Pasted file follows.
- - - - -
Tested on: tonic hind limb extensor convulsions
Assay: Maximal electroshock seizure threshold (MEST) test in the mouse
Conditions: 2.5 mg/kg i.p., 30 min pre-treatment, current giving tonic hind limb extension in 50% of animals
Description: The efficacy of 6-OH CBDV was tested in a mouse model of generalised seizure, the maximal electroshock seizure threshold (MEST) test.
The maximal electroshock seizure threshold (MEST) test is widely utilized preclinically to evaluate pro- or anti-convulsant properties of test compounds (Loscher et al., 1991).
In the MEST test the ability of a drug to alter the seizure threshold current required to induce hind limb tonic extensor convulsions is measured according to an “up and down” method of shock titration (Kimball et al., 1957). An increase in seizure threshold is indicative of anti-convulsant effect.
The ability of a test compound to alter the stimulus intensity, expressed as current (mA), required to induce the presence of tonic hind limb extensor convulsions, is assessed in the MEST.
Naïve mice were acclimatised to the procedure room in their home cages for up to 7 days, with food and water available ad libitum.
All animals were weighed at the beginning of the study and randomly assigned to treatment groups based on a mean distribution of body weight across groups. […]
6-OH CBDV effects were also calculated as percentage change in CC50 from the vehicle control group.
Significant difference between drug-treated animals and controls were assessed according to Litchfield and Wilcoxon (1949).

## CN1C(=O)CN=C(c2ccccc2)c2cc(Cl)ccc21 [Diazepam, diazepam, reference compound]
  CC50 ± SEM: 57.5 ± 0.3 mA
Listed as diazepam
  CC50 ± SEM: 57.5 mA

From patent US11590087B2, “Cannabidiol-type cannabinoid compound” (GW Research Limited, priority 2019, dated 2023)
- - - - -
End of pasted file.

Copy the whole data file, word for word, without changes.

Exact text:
Tested on: tonic hind limb extensor convulsions
Assay: Maximal electroshock seizure threshold (MEST) test in the mouse
Conditions: 2.5 mg/kg i.p., 30 min pre-treatment, current giving tonic hind limb extension in 50% of animals
Description: The efficacy of 6-OH CBDV was tested in a mouse model of generalised seizure, the maximal electroshock seizure threshold (MEST) test.
The maximal electroshock seizure threshold (MEST) test is widely utilized preclinically to evaluate pro- or anti-convulsant properties of test compounds (Loscher et al., 1991).
In the MEST test the ability of a drug to alter the seizure threshold current required to induce hind limb tonic extensor convulsions is measured according to an “up and down” method of shock titration (Kimball et al., 1957). An increase in seizure threshold is indicative of anti-convulsant effect.
The ability of a test compound to alter the stimulus intensity, expressed as current (mA), required to induce the presence of tonic hind limb extensor convulsions, is assessed in the MEST.
Naïve mice were acclimatised to the procedure room in their home cages for up to 7 days, with food and water available ad libitum.
All animals were weighed at the beginning of the study and randomly assigned to treatment groups based on a mean distribution of body weight across groups. […]
6-OH CBDV effects were also calculated as percentage change in CC50 from the vehicle control group.
Significant difference between drug-treated animals and controls were assessed according to Litchfield and Wilcoxon (1949).

## CN1C(=O)CN=C(c2ccccc2)c2cc(Cl)ccc21 [Diazepam, diazepam, reference compound]
  CC50 ± SEM: 57.5 ± 0.3 mA
Listed as diazepam
  CC50 ± SEM: 57.5 mA

From patent US11590087B2, “Cannabidiol-type cannabinoid compound” (GW Research Limited, priority 2019, dated 2023)